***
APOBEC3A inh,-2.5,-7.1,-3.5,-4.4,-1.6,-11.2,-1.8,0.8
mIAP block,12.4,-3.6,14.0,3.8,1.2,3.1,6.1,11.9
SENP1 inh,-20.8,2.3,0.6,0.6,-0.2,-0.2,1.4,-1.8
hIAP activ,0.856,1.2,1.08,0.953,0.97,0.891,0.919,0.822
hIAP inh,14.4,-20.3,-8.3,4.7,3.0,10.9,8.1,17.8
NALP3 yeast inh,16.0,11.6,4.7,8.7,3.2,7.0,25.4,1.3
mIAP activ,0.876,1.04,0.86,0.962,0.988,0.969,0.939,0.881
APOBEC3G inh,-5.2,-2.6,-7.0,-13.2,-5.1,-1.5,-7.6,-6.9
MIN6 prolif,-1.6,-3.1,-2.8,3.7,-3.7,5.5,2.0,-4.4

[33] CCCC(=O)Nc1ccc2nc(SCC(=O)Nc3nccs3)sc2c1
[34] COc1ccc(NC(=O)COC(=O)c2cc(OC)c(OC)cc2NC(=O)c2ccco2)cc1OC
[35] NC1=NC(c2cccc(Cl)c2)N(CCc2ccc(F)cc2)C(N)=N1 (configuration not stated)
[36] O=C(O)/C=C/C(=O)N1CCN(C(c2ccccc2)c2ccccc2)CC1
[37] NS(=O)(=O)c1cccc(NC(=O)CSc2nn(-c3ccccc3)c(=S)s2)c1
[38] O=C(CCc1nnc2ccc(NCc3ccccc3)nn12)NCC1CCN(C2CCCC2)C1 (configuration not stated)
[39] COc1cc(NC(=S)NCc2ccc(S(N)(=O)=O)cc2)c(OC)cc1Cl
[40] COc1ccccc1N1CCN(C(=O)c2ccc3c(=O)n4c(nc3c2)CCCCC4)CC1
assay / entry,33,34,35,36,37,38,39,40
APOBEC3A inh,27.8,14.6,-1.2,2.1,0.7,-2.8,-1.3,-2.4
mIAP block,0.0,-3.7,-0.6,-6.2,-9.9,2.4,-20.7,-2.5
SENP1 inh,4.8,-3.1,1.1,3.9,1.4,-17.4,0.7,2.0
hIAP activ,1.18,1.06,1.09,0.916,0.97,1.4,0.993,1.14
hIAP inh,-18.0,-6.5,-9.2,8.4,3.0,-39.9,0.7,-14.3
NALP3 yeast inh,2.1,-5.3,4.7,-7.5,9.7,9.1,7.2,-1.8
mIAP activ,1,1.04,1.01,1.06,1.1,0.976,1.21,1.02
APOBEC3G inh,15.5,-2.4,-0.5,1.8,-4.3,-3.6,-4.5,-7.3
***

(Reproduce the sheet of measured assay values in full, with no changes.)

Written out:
APOBEC3A inh,-2.5,-7.1,-3.5,-4.4,-1.6,-11.2,-1.8,0.8
mIAP block,12.4,-3.6,14.0,3.8,1.2,3.1,6.1,11.9
SENP1 inh,-20.8,2.3,0.6,0.6,-0.2,-0.2,1.4,-1.8
hIAP activ,0.856,1.2,1.08,0.953,0.97,0.891,0.919,0.822
hIAP inh,14.4,-20.3,-8.3,4.7,3.0,10.9,8.1,17.8
NALP3 yeast inh,16.0,11.6,4.7,8.7,3.2,7.0,25.4,1.3
mIAP activ,0.876,1.04,0.86,0.962,0.988,0.969,0.939,0.881
APOBEC3G inh,-5.2,-2.6,-7.0,-13.2,-5.1,-1.5,-7.6,-6.9
MIN6 prolif,-1.6,-3.1,-2.8,3.7,-3.7,5.5,2.0,-4.4

[33] CCCC(=O)Nc1ccc2nc(SCC(=O)Nc3nccs3)sc2c1
[34] COc1ccc(NC(=O)COC(=O)c2cc(OC)c(OC)cc2NC(=O)c2ccco2)cc1OC
[35] NC1=NC(c2cccc(Cl)c2)N(CCc2ccc(F)cc2)C(N)=N1 (configuration not stated)
[36] O=C(O)/C=C/C(=O)N1CCN(C(c2ccccc2)c2ccccc2)CC1
[37] NS(=O)(=O)c1cccc(NC(=O)CSc2nn(-c3ccccc3)c(=S)s2)c1
[38] O=C(CCc1nnc2ccc(NCc3ccccc3)nn12)NCC1CCN(C2CCCC2)C1 (configuration not stated)
[39] COc1cc(NC(=S)NCc2ccc(S(N)(=O)=O)cc2)c(OC)cc1Cl
[40] COc1ccccc1N1CCN(C(=O)c2ccc3c(=O)n4c(nc3c2)CCCCC4)CC1
assay / entry,33,34,35,36,37,38,39,40
APOBEC3A inh,27.8,14.6,-1.2,2.1,0.7,-2.8,-1.3,-2.4
mIAP block,0.0,-3.7,-0.6,-6.2,-9.9,2.4,-20.7,-2.5
SENP1 inh,4.8,-3.1,1.1,3.9,1.4,-17.4,0.7,2.0
hIAP activ,1.18,1.06,1.09,0.916,0.97,1.4,0.993,1.14
hIAP inh,-18.0,-6.5,-9.2,8.4,3.0,-39.9,0.7,-14.3
NALP3 yeast inh,2.1,-5.3,4.7,-7.5,9.7,9.1,7.2,-1.8
mIAP activ,1,1.04,1.01,1.06,1.1,0.976,1.21,1.02
APOBEC3G inh,15.5,-2.4,-0.5,1.8,-4.3,-3.6,-4.5,-7.3